Get a bird’s-eye-view of the beauty of Lincoln Park and the Chicago skyline.
Located on the top floor of the Nature Museum building, the Micole Birdwalk overlooks the Deb Lahey Nature Trails, North Pond, and the Nature Museum Ravine while providing an uninterrupted view of downtown Chicago’s famous skyline.
Equipped with binocular stations and benches, visitors can get a tree-top view of local wildlife, enjoy the beauty of the park, and even get a glimpse of the Nature Museum’s rooftop gardens and bee hives. Informative panels lining the railing give helpful bird identification tips, sustainable energy practices, bird call examples, and more. Try out your bird observation skills, and more from the Micole Birdwalk.
A Closer Look
Birds by Sky, Land, & Water
The Micole Birdwalk is situated above a few of the various bird habitats located around the museum building. While each habitat is unique in its features, they each have to be able to provide a few essentials for the birds that life there, including shelter and food.
Let’s take a closer look at a few of the birds you might spot, the habitats they call home, and the places they spend their time!
In The Air
All of the native bird species in Illinois can fly, but only a few are true aerial acrobats. Some of these species will hunt, chase, catch, and consume their prey in flight, and some even bathe in flight! Here are a few high-flying species you might spot in the air.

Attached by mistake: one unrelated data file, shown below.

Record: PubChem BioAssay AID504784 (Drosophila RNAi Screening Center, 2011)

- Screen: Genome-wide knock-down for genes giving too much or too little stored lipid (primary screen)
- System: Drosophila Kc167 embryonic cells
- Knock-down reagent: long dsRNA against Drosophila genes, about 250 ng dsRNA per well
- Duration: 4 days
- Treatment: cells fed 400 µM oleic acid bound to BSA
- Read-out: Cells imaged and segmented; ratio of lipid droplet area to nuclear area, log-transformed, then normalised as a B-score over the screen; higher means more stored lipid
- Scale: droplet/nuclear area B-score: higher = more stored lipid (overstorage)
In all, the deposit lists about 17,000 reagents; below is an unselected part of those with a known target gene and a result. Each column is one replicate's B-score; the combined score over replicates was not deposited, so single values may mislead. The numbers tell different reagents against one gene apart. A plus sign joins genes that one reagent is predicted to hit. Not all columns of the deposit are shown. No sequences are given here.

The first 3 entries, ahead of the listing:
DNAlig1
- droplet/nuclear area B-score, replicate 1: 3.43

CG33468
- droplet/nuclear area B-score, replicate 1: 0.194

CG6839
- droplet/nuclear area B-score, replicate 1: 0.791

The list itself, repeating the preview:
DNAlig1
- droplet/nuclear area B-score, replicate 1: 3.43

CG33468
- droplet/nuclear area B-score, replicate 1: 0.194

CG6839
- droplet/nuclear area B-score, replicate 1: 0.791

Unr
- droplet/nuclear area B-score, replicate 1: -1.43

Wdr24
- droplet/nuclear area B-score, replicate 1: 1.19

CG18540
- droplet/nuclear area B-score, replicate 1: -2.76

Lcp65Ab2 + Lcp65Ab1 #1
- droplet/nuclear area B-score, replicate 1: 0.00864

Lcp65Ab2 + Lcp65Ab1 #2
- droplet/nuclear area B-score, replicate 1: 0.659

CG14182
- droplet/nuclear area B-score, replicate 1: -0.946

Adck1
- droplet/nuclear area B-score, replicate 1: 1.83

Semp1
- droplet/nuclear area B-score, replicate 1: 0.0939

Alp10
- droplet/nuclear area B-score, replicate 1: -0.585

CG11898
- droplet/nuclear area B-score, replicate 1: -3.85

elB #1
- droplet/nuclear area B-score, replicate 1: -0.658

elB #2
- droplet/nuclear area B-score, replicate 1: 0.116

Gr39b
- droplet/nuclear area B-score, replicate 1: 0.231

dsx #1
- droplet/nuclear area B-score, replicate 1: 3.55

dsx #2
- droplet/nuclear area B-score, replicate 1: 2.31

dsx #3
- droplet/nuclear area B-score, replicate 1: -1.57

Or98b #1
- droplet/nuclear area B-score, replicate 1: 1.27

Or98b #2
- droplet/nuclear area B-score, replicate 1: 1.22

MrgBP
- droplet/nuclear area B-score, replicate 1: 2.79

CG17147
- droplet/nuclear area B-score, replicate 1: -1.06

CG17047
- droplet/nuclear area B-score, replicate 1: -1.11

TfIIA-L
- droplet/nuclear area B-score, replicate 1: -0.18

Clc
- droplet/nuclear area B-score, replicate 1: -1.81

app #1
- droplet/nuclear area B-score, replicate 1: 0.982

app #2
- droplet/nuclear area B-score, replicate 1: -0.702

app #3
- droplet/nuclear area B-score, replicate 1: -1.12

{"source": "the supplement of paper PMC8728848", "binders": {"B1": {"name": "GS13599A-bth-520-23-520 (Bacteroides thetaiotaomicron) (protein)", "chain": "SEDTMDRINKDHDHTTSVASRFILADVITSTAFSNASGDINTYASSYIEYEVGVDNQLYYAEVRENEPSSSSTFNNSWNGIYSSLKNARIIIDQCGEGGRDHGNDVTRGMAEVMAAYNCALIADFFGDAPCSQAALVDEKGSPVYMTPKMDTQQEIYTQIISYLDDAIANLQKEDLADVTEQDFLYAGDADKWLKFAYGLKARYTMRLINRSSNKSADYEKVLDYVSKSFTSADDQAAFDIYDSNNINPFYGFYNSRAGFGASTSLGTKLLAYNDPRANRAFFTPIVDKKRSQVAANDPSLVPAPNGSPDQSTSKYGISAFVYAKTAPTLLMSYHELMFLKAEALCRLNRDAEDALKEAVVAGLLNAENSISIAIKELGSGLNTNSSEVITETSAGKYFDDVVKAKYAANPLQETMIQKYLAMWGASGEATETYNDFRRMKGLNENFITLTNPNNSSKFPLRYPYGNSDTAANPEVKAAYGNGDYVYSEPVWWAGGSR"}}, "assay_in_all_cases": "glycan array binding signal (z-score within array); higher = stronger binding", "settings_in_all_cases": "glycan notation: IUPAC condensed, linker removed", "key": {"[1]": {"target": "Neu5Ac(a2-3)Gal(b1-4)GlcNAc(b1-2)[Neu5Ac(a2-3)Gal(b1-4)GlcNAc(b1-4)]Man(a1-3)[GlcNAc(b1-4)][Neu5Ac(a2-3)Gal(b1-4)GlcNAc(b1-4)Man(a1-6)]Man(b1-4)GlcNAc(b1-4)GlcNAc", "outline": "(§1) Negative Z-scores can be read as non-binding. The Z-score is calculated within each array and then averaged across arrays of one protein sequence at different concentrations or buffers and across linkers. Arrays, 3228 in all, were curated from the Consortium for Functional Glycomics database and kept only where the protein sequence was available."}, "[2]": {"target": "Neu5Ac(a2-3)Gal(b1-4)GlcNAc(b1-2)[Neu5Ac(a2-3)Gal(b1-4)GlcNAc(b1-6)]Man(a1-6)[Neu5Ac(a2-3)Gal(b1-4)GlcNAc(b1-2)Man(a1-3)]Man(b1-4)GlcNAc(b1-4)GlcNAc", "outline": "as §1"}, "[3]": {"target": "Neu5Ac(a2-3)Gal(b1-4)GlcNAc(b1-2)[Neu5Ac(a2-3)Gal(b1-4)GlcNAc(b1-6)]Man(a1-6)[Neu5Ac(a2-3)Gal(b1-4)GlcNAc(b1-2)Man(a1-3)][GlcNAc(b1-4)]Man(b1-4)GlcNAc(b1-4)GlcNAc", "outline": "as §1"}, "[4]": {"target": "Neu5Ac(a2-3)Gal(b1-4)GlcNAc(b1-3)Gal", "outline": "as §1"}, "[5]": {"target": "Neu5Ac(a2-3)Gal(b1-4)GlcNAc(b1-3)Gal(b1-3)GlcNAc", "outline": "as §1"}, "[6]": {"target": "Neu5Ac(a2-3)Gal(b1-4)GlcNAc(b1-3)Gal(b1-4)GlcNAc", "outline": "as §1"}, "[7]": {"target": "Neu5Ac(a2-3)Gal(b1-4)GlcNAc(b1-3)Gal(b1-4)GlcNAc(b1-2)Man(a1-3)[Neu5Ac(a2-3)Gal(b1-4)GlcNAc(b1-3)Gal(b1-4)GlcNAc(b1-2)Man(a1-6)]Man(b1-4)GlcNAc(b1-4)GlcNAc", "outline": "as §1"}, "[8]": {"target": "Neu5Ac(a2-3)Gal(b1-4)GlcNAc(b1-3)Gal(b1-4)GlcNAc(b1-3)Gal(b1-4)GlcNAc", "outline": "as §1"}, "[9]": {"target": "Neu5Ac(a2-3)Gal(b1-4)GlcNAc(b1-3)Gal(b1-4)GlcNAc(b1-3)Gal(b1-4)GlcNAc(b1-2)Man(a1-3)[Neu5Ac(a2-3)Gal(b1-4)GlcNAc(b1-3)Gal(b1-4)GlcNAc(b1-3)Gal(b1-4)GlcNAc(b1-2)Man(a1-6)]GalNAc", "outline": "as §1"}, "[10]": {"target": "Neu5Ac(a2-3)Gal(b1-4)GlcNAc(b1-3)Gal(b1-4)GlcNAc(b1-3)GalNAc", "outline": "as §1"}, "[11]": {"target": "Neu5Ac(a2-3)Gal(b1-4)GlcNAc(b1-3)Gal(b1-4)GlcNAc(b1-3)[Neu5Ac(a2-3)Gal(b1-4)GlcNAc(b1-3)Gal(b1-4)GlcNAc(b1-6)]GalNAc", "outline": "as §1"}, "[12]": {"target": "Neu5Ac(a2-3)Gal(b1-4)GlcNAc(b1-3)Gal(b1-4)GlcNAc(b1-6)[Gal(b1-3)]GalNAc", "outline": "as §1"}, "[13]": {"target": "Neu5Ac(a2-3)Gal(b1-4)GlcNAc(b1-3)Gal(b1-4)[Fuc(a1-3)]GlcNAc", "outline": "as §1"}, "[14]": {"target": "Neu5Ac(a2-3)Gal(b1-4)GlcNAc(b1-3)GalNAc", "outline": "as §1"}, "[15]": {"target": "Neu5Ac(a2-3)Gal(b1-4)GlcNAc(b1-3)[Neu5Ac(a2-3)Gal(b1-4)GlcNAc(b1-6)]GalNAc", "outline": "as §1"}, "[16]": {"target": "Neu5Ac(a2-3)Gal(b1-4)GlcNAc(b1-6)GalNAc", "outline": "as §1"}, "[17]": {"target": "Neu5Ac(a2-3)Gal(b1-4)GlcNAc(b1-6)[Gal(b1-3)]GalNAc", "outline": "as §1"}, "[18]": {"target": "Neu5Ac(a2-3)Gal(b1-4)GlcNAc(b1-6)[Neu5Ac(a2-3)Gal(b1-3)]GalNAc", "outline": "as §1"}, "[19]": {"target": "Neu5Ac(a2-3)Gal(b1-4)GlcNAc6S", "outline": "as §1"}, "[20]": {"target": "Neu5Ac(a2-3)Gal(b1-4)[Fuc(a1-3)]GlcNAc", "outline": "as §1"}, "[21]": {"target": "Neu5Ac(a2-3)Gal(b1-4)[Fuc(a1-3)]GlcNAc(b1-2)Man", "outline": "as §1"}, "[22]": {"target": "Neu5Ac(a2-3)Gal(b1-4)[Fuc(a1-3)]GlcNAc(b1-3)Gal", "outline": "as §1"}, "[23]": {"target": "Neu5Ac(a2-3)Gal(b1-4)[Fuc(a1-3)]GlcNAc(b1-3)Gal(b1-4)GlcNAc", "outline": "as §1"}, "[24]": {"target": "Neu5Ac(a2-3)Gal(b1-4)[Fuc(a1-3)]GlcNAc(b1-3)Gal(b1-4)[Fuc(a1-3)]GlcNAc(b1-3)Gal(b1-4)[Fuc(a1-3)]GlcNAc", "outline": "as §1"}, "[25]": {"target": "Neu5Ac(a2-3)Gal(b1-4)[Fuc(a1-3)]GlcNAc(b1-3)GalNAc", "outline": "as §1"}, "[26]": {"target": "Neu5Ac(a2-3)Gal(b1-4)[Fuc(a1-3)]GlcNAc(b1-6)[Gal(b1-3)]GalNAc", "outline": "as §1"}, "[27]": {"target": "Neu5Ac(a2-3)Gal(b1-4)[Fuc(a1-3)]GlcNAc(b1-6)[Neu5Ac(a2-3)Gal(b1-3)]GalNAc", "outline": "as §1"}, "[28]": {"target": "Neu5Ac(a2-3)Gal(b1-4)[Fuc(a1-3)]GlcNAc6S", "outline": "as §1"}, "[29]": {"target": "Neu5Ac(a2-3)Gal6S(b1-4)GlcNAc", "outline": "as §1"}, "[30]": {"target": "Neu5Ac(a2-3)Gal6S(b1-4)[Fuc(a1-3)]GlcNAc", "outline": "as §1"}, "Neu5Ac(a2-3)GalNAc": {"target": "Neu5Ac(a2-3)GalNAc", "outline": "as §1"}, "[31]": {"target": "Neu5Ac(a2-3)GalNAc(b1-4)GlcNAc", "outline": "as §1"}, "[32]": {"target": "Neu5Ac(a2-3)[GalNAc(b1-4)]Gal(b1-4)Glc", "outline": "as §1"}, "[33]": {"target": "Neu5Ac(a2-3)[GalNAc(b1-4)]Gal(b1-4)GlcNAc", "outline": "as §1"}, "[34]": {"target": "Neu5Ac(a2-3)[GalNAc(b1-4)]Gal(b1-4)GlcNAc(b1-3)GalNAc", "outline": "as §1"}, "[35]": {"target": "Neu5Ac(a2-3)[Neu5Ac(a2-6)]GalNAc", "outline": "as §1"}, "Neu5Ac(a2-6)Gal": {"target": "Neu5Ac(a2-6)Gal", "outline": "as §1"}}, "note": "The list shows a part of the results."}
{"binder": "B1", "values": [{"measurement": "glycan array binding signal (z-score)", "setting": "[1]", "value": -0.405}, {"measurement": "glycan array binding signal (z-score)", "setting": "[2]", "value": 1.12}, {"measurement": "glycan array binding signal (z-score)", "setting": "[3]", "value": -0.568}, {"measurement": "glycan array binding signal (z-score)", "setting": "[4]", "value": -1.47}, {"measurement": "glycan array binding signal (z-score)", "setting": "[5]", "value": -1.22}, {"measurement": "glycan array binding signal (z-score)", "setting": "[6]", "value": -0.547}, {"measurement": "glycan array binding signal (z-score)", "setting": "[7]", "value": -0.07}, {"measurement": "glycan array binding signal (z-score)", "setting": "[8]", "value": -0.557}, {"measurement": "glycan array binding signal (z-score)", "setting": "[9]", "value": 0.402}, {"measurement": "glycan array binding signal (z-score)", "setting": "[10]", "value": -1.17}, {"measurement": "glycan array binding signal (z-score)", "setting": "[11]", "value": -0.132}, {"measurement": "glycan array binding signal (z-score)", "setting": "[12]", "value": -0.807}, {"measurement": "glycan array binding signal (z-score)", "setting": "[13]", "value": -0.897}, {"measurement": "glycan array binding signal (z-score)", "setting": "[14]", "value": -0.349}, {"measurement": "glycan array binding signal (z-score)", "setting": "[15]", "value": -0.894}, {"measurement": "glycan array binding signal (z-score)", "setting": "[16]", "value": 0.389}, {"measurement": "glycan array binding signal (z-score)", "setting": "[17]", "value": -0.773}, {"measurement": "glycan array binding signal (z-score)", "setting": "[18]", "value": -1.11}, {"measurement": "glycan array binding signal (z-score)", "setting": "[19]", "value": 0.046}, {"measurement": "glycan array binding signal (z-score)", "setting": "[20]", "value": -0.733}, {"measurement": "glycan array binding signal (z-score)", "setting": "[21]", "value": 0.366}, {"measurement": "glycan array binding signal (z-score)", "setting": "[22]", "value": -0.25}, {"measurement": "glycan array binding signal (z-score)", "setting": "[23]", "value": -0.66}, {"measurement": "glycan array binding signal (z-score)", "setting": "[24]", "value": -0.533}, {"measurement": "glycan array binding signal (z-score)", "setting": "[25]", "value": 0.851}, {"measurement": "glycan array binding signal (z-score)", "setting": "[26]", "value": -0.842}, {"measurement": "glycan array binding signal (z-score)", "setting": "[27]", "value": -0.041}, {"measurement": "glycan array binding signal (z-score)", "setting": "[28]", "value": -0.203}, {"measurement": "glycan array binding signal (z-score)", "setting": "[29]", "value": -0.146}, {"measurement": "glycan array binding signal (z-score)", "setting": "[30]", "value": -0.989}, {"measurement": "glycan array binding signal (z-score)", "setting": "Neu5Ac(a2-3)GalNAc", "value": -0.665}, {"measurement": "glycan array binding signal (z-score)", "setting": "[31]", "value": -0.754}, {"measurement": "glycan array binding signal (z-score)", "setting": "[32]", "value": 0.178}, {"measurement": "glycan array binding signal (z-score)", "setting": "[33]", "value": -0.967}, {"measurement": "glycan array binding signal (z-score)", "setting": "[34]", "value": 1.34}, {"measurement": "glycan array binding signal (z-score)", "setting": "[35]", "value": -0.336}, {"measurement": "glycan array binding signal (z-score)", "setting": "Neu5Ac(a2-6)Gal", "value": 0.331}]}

In The Trees
Looking out into the trees and shrubs around the Museum, you’ll likely see birds rustling in the leaves. Some of them might be taking a quick break, ducking away from a predator, or guarding a nest. There are also birds that spend almost all of their time in the trees because it’s where they find their food. Here are a few species you might spot in the trees.
In The Water
Looking out over North Pond, you might see many different birds in the water. Some rest on the water because it deters the vast majority of predators. There are also birds that find most or all of their food in the water. These are just a few birds you might spot on the water.
By The Water
Numerous bird species find their food in water without actually swimming in it! Wading birds walk around the water’s edge hunting for seeds, aquatic invertebrates, and small fish. Others stand motionless in the shallows, stalking fish and amphibians that they snatch with their spear-like beaks. You might spot these bird species near the water.
In The Prairie
From food to housing, the prairie plants growing around the Museum provide all of the necessary resources for many birds. Fruits, seeds, and nectar are plentiful thanks to the wide variety of plants in the area. Comfortable nesting materials, like grasses and fluffy milkweed seeds, are also found in abundance. Some of the more secretive birds use the tall grasses for cover as they hop around at ground level. Others choose the highest vantage point in the area to defend their territory. When temperatures start to fall, the prairie continues to be indispensable to birds by providing thick ground cover and protection from the cold.
Surrounded by trees, the Micole Birdwalk is an incredible location to do some birdwatching. But how do you start birdwatching? And what are some common birds you might spot from that rooftop perch? Check out this episode of Curious By Nature, featuring Geoff Williamson from the Chicago Ornithological Society, to find out!
Did you know that there are working bee hives on the Nature Museum roof? How do our scientists, like insect expert Allen, and volunteers work with them? Find out in this special video!